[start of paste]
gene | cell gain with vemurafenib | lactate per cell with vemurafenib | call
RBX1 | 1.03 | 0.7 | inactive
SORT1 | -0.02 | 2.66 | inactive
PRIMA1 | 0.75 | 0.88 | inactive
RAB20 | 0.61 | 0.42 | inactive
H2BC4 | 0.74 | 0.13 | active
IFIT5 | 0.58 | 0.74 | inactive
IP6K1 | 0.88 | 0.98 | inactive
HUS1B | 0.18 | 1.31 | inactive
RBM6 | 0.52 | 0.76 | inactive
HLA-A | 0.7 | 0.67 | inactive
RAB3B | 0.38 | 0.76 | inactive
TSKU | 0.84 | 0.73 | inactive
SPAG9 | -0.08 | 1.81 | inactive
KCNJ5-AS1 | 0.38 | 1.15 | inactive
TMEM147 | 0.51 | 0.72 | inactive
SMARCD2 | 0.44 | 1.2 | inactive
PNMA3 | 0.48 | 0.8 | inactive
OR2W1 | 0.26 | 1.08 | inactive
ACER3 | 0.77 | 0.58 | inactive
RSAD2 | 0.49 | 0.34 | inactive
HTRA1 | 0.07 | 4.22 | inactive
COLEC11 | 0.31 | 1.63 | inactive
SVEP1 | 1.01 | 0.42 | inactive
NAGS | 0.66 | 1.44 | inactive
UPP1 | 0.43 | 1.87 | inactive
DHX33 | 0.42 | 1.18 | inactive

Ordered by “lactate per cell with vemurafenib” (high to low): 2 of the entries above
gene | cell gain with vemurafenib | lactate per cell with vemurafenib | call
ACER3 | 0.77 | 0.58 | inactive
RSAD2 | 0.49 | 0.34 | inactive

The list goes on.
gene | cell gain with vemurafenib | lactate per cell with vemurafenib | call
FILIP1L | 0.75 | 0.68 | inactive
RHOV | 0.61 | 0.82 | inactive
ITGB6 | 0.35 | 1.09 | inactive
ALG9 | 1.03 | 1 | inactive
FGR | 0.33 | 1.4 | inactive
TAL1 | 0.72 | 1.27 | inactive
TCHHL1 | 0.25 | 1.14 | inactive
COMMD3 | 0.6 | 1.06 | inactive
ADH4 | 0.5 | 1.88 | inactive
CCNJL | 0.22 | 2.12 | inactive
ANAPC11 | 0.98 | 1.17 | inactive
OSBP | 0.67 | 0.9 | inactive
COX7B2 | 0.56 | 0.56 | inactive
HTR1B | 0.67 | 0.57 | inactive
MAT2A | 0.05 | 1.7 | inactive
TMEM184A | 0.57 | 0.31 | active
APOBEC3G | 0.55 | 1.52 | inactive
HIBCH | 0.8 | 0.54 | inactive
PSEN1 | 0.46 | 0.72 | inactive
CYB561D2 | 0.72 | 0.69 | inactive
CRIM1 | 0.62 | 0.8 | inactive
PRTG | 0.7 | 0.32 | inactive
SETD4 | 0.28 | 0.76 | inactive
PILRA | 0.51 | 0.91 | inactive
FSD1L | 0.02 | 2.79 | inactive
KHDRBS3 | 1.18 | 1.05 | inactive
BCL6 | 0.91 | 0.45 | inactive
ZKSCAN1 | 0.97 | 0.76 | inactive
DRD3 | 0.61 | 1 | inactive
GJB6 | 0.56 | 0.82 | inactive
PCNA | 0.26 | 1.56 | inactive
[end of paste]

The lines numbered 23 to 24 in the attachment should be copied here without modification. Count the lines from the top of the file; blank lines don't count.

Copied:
COLEC11 | 0.31 | 1.63 | inactive
SVEP1 | 1.01 | 0.42 | inactive